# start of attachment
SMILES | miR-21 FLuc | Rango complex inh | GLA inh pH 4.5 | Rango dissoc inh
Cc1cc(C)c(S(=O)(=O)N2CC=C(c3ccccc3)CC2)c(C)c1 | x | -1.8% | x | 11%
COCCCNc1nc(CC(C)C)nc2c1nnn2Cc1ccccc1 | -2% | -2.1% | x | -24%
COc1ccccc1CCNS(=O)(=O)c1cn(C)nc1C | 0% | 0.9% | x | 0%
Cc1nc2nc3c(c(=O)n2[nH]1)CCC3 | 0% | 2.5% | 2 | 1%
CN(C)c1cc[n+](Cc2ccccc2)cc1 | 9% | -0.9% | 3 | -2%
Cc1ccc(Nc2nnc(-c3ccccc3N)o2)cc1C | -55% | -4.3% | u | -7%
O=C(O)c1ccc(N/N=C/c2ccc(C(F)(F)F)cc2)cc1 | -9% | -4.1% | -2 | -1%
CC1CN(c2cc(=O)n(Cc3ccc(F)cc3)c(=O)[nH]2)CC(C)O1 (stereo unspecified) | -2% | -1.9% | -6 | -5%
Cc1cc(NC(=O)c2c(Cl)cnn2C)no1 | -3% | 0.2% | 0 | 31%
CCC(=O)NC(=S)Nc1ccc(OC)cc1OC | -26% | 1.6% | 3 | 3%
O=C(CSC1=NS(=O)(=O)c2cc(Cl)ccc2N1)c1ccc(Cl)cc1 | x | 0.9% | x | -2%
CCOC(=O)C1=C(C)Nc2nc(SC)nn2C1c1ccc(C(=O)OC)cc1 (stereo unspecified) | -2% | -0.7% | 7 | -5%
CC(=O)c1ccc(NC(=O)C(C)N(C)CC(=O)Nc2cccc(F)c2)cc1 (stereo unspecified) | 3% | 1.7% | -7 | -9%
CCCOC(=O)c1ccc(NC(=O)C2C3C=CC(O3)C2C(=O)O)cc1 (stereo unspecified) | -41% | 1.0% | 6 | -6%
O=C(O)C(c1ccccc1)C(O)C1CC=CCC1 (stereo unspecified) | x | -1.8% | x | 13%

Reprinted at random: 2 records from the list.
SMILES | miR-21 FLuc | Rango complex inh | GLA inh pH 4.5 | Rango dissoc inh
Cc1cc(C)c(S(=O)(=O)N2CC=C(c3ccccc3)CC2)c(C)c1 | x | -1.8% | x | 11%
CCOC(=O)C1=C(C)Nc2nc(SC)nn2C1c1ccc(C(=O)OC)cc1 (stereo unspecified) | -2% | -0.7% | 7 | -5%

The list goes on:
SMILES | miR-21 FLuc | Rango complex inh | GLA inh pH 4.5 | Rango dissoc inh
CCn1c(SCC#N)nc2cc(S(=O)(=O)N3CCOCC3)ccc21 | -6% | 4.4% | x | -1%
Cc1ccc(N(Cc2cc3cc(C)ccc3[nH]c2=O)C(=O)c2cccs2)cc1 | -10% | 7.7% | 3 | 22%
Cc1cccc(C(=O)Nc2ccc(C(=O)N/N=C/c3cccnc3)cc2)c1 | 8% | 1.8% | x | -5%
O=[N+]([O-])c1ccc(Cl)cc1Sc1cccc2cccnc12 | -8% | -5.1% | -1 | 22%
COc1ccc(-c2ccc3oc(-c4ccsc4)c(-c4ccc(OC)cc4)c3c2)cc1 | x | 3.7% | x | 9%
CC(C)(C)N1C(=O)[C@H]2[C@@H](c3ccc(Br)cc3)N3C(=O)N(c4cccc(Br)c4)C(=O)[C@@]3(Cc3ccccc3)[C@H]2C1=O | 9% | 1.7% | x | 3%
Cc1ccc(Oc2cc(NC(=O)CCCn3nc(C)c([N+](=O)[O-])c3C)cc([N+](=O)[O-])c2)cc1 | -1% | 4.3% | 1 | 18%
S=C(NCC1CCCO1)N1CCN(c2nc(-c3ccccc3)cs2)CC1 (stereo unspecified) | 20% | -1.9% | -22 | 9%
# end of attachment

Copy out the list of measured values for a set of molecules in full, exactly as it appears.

SMILES | miR-21 FLuc | Rango complex inh | GLA inh pH 4.5 | Rango dissoc inh
Cc1cc(C)c(S(=O)(=O)N2CC=C(c3ccccc3)CC2)c(C)c1 | x | -1.8% | x | 11%
COCCCNc1nc(CC(C)C)nc2c1nnn2Cc1ccccc1 | -2% | -2.1% | x | -24%
COc1ccccc1CCNS(=O)(=O)c1cn(C)nc1C | 0% | 0.9% | x | 0%
Cc1nc2nc3c(c(=O)n2[nH]1)CCC3 | 0% | 2.5% | 2 | 1%
CN(C)c1cc[n+](Cc2ccccc2)cc1 | 9% | -0.9% | 3 | -2%
Cc1ccc(Nc2nnc(-c3ccccc3N)o2)cc1C | -55% | -4.3% | u | -7%
O=C(O)c1ccc(N/N=C/c2ccc(C(F)(F)F)cc2)cc1 | -9% | -4.1% | -2 | -1%
CC1CN(c2cc(=O)n(Cc3ccc(F)cc3)c(=O)[nH]2)CC(C)O1 (stereo unspecified) | -2% | -1.9% | -6 | -5%
Cc1cc(NC(=O)c2c(Cl)cnn2C)no1 | -3% | 0.2% | 0 | 31%
CCC(=O)NC(=S)Nc1ccc(OC)cc1OC | -26% | 1.6% | 3 | 3%
O=C(CSC1=NS(=O)(=O)c2cc(Cl)ccc2N1)c1ccc(Cl)cc1 | x | 0.9% | x | -2%
CCOC(=O)C1=C(C)Nc2nc(SC)nn2C1c1ccc(C(=O)OC)cc1 (stereo unspecified) | -2% | -0.7% | 7 | -5%
CC(=O)c1ccc(NC(=O)C(C)N(C)CC(=O)Nc2cccc(F)c2)cc1 (stereo unspecified) | 3% | 1.7% | -7 | -9%
CCCOC(=O)c1ccc(NC(=O)C2C3C=CC(O3)C2C(=O)O)cc1 (stereo unspecified) | -41% | 1.0% | 6 | -6%
O=C(O)C(c1ccccc1)C(O)C1CC=CCC1 (stereo unspecified) | x | -1.8% | x | 13%

Reprinted at random: 2 records from the list.
SMILES | miR-21 FLuc | Rango complex inh | GLA inh pH 4.5 | Rango dissoc inh
Cc1cc(C)c(S(=O)(=O)N2CC=C(c3ccccc3)CC2)c(C)c1 | x | -1.8% | x | 11%
CCOC(=O)C1=C(C)Nc2nc(SC)nn2C1c1ccc(C(=O)OC)cc1 (stereo unspecified) | -2% | -0.7% | 7 | -5%

The list goes on:
SMILES | miR-21 FLuc | Rango complex inh | GLA inh pH 4.5 | Rango dissoc inh
CCn1c(SCC#N)nc2cc(S(=O)(=O)N3CCOCC3)ccc21 | -6% | 4.4% | x | -1%
Cc1ccc(N(Cc2cc3cc(C)ccc3[nH]c2=O)C(=O)c2cccs2)cc1 | -10% | 7.7% | 3 | 22%
Cc1cccc(C(=O)Nc2ccc(C(=O)N/N=C/c3cccnc3)cc2)c1 | 8% | 1.8% | x | -5%
O=[N+]([O-])c1ccc(Cl)cc1Sc1cccc2cccnc12 | -8% | -5.1% | -1 | 22%
COc1ccc(-c2ccc3oc(-c4ccsc4)c(-c4ccc(OC)cc4)c3c2)cc1 | x | 3.7% | x | 9%
CC(C)(C)N1C(=O)[C@H]2[C@@H](c3ccc(Br)cc3)N3C(=O)N(c4cccc(Br)c4)C(=O)[C@@]3(Cc3ccccc3)[C@H]2C1=O | 9% | 1.7% | x | 3%
Cc1ccc(Oc2cc(NC(=O)CCCn3nc(C)c([N+](=O)[O-])c3C)cc([N+](=O)[O-])c2)cc1 | -1% | 4.3% | 1 | 18%
S=C(NCC1CCCO1)N1CCN(c2nc(-c3ccccc3)cs2)CC1 (stereo unspecified) | 20% | -1.9% | -22 | 9%